Society & Lifestyle
|Parenting||Share This Page|
Cross Cultural Conundrums
|by Gary Direnfeld|
The cry for marital solidarity against family intrusion and alternately the plea for peace and cooperation is more often seen in cross cultural marriages where one party is from an Eastern European, Mediterranean, Middle Eastern, Asian or East Indian background and the other is from a Western background. Western culture values independence and moving from one’s family of origin to establish one’s own family as a separate unit. Many other cultures value the growth of the primary family, where members do not move away to establish independent entities, but rather grow and expand within their own family collective.
Neither cultural style nor value is either good or bad, better or worse. But, they are distinctly different and unless understood by the parties of the cross cultural marriage, those differences can turn ugly when one partner claims the other to be a momma’s boy who can’t stand on his own two feet and the other partner is castigated for being cold, uncaring and disrespectful.
In social science jargon, these family differences are seen on a continuum where one end is referred to as enmeshed and the other side referred to as disengaged. Taken to their extremes, enmeshed families are so into each other’s business that members cannot seem to function without the constant inputs and directions from other family members. There is a co-dependency where persons cannot stand on their own two feet and make independent decisions. On the other side, members in overly disengaged family do not have any meaningful contact with each other and have little to no tolerance for the inputs of other family members. These persons will appear fiercely independent, like lone wolves.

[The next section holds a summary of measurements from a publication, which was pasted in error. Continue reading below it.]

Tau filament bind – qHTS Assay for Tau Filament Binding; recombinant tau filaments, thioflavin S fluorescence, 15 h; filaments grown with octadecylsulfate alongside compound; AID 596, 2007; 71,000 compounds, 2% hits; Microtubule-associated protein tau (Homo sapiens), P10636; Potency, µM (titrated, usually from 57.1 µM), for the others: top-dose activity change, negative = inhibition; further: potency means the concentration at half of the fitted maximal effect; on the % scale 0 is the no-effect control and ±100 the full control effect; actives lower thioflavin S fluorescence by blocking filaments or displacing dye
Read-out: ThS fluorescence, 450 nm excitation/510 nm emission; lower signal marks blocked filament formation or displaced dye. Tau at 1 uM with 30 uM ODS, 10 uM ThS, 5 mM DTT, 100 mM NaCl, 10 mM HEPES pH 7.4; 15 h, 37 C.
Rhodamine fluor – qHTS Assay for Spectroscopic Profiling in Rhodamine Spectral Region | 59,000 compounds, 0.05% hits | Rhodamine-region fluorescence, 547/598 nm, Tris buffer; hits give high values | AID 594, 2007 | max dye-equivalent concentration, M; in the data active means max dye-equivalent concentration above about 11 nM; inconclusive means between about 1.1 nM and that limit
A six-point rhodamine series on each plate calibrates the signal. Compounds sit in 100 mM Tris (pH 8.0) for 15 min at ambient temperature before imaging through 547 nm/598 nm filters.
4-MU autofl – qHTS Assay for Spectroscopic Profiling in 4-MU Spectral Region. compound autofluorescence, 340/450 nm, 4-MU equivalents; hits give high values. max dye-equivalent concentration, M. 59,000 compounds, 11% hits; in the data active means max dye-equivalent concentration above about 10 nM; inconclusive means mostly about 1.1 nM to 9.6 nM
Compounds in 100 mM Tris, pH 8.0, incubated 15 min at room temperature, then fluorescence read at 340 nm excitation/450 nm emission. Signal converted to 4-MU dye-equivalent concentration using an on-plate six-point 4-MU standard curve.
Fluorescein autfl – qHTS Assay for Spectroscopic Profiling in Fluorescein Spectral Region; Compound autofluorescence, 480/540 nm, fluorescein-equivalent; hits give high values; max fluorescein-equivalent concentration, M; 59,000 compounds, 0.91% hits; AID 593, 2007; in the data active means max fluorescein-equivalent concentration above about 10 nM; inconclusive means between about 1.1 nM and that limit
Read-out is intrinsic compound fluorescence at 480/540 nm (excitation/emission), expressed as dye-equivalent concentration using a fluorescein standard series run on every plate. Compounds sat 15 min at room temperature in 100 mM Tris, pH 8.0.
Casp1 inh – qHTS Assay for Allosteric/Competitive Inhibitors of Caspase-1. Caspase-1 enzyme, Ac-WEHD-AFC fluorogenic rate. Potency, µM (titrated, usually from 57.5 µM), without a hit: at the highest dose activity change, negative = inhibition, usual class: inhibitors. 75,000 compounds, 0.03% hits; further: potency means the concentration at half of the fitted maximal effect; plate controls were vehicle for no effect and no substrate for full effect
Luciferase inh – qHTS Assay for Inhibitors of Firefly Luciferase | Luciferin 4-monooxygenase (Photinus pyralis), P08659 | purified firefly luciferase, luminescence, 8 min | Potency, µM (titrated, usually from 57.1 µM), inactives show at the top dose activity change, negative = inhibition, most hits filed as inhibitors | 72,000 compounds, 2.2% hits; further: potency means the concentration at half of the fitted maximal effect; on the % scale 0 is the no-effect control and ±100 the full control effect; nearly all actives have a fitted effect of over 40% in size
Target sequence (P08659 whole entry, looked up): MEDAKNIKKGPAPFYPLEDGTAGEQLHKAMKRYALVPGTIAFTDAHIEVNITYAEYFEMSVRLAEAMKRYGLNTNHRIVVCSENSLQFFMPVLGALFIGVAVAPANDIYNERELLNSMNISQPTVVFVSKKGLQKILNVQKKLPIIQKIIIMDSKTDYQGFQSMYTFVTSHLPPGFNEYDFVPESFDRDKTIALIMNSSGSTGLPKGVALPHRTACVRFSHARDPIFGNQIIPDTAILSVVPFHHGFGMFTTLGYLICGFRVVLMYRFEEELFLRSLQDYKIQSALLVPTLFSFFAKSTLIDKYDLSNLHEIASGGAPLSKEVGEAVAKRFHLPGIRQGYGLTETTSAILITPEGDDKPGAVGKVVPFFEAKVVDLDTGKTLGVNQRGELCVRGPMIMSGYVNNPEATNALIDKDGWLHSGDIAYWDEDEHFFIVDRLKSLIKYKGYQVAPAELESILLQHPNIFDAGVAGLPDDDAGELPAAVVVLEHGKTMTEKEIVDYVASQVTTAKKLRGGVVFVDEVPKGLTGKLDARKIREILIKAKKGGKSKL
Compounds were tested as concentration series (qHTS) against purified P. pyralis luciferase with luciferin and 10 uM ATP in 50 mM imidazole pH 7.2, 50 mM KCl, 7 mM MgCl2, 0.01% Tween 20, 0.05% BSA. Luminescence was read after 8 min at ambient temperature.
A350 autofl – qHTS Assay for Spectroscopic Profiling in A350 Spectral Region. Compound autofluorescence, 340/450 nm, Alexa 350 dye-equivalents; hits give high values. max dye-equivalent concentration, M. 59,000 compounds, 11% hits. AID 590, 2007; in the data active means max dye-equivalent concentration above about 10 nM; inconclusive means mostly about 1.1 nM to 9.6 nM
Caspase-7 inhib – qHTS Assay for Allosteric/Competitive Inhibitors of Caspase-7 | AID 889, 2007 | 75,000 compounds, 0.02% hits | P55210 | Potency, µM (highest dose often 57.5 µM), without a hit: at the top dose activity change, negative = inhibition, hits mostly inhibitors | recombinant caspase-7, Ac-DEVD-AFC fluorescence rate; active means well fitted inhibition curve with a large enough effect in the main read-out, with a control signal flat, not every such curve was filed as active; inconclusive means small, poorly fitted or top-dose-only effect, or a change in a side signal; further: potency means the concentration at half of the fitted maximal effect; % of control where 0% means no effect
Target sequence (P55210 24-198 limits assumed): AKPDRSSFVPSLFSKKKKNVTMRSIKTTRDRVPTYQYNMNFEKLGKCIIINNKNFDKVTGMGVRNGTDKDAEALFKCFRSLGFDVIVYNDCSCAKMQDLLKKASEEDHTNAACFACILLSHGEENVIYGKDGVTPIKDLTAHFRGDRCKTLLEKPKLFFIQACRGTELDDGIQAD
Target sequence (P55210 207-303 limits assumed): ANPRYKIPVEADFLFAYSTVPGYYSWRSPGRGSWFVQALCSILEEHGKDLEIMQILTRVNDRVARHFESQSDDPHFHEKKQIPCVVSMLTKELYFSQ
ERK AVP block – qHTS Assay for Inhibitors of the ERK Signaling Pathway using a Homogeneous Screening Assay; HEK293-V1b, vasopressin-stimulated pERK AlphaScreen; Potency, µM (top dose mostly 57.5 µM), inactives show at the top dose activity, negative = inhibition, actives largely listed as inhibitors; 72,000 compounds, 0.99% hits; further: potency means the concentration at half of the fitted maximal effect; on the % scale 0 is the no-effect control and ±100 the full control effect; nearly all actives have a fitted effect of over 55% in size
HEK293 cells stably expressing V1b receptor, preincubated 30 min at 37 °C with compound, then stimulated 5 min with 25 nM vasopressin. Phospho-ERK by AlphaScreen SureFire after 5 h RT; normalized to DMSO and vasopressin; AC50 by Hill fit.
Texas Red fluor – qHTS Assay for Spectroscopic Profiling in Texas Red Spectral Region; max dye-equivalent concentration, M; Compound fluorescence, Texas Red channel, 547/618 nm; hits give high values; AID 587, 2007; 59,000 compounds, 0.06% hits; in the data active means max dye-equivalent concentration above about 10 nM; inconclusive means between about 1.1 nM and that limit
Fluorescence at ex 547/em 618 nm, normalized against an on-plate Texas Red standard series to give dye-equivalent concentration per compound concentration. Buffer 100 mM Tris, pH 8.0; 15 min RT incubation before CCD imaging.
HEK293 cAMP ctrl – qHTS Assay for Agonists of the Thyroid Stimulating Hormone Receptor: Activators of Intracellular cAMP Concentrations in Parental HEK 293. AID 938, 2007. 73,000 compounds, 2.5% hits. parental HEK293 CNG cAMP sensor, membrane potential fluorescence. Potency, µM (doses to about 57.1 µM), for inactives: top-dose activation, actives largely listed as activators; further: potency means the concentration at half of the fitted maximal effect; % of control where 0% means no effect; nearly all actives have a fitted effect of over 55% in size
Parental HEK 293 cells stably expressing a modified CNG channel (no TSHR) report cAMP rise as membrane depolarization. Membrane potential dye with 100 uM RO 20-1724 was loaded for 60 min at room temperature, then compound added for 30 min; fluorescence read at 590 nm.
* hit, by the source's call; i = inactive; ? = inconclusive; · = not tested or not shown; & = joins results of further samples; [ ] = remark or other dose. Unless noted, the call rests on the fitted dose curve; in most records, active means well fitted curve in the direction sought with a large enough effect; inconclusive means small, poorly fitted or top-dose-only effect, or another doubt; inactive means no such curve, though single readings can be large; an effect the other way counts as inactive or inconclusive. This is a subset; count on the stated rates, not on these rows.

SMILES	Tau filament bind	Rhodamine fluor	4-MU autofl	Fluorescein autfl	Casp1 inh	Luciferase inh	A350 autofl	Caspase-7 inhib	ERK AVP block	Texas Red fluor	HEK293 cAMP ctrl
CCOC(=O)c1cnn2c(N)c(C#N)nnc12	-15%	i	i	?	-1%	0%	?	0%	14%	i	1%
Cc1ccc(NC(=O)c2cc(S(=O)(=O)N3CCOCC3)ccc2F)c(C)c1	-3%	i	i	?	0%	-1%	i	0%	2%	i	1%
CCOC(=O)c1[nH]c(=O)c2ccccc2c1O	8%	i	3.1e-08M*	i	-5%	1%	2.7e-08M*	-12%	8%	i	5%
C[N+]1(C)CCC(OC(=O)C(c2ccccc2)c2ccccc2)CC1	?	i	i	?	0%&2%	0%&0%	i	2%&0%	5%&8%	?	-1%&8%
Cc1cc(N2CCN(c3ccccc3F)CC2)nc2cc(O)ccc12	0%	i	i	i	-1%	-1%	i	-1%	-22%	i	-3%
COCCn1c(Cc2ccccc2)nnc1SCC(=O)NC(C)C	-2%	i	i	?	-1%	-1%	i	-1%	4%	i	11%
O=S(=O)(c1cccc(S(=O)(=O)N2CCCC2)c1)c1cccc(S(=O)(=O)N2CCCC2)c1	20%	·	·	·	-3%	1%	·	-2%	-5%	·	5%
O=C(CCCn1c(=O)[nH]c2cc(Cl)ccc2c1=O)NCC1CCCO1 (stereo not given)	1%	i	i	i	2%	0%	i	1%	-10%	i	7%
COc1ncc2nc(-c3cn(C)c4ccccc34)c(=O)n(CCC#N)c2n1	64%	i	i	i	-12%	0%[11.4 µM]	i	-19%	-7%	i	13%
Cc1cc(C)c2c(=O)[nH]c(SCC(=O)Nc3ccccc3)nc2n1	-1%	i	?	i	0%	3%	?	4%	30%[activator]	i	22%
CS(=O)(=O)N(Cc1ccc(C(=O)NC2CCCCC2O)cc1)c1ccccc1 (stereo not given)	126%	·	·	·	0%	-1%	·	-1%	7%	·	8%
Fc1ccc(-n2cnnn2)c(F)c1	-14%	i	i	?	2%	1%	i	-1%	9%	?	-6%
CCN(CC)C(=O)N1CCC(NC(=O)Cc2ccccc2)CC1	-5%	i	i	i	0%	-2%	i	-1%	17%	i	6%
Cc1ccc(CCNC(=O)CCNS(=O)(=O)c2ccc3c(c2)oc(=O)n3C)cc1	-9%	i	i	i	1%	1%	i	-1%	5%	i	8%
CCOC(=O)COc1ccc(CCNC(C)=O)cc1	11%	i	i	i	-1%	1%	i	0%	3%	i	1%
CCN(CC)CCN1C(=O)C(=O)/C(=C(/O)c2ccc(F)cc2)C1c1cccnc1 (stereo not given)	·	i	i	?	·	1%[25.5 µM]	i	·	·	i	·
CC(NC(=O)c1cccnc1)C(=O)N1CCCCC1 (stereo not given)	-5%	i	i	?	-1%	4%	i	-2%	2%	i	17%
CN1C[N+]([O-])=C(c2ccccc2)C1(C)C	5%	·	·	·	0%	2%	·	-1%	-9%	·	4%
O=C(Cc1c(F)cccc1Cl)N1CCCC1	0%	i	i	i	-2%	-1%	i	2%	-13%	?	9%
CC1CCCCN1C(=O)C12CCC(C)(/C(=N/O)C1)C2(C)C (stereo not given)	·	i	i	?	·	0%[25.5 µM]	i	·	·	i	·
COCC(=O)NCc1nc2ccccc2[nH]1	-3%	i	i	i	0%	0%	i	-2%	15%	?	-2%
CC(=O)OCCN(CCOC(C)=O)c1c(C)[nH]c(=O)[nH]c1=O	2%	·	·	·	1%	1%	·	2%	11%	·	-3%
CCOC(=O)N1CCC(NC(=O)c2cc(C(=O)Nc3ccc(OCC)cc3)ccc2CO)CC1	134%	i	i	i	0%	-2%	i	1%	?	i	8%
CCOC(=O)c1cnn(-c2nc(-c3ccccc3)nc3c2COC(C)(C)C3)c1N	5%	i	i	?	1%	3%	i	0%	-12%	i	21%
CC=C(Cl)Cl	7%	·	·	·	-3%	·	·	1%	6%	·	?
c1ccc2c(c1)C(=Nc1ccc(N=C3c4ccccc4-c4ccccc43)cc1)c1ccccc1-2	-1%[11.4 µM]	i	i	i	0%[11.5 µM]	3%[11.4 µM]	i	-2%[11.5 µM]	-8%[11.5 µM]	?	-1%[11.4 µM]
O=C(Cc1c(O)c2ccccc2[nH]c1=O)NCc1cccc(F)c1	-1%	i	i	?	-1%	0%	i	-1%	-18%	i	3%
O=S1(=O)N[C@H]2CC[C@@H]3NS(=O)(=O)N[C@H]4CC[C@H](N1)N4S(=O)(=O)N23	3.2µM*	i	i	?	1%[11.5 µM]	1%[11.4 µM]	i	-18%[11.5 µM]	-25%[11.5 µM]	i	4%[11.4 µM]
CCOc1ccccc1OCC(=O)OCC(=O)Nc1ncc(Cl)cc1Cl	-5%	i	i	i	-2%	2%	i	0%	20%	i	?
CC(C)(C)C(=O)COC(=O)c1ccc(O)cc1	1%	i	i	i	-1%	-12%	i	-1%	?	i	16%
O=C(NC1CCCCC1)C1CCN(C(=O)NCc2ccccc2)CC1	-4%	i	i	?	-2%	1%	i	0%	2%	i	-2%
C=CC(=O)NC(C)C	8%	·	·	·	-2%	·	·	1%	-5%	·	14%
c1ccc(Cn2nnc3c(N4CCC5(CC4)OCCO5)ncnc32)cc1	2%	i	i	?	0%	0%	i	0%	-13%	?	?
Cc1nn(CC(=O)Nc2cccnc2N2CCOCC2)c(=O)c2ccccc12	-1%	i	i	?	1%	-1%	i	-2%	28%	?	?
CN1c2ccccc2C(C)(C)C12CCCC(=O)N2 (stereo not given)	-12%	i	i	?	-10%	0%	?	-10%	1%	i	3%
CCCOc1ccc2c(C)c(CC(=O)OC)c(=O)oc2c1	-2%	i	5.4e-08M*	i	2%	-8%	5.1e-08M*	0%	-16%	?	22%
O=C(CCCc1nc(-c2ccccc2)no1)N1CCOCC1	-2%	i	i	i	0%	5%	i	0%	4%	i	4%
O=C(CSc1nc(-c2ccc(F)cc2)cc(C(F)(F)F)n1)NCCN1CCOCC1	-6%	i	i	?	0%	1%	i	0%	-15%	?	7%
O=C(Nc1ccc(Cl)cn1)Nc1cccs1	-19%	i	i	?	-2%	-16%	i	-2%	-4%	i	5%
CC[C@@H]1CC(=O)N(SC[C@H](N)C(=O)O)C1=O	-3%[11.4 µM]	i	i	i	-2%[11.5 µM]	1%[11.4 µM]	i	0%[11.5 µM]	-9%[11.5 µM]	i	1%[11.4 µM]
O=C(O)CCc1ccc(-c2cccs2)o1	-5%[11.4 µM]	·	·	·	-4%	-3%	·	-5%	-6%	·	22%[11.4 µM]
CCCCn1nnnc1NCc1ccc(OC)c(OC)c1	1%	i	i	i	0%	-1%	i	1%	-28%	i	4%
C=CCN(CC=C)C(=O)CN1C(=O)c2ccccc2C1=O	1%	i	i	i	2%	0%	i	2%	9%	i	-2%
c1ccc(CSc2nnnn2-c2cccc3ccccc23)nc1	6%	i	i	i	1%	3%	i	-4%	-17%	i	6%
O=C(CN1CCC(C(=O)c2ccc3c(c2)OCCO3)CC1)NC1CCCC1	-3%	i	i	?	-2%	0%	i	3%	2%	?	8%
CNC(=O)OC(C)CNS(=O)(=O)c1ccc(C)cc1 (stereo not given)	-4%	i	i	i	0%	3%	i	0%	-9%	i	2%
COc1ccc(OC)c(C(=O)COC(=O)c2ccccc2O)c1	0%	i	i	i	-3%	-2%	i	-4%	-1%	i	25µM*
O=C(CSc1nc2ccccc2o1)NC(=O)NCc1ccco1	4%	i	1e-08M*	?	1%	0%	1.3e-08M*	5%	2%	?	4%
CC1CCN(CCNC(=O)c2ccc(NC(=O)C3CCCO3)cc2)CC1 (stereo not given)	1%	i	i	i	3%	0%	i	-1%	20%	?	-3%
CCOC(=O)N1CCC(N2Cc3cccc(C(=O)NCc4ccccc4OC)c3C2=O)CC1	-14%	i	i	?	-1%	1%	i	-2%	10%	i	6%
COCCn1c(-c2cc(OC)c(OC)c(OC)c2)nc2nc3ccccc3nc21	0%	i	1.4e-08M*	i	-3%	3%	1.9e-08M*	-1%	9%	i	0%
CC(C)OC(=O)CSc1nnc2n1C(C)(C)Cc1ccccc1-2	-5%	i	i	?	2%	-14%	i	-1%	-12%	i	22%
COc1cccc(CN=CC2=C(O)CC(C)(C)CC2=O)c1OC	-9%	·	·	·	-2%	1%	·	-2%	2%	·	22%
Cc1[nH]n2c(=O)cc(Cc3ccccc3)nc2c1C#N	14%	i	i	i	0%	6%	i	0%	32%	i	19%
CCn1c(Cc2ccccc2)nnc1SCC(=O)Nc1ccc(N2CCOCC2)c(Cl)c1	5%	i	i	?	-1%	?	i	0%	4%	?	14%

In the cross-cultural conundrum, both parties may have started off closer to the middle, but as each takes offence with the other, their positions become more and more polarized and behaviour appears more and more disproportionate and exaggerated.
The challenge for the newly married couple is coming to an understanding of their cross-cultural differences without either demeaning the other. To find balance, both persons must make accommodations where in fact, they may each find some degree of discomfort as they make concessions with a view to establishing their own rules for managing the continuum.
It may also be helpful to talk openly and frankly with extended kin about the cross-cultural differences and what rules you are establishing for yourselves to determine your boundaries as a newly married couple.
While love may have brought you together, it will be a developing understanding and then accommodation of differences that will keep you together. Including extended family in the conversation may help in the process.
|More by : Gary Direnfeld|
|Views: 1777 Comments: 0|
|Top | Parenting|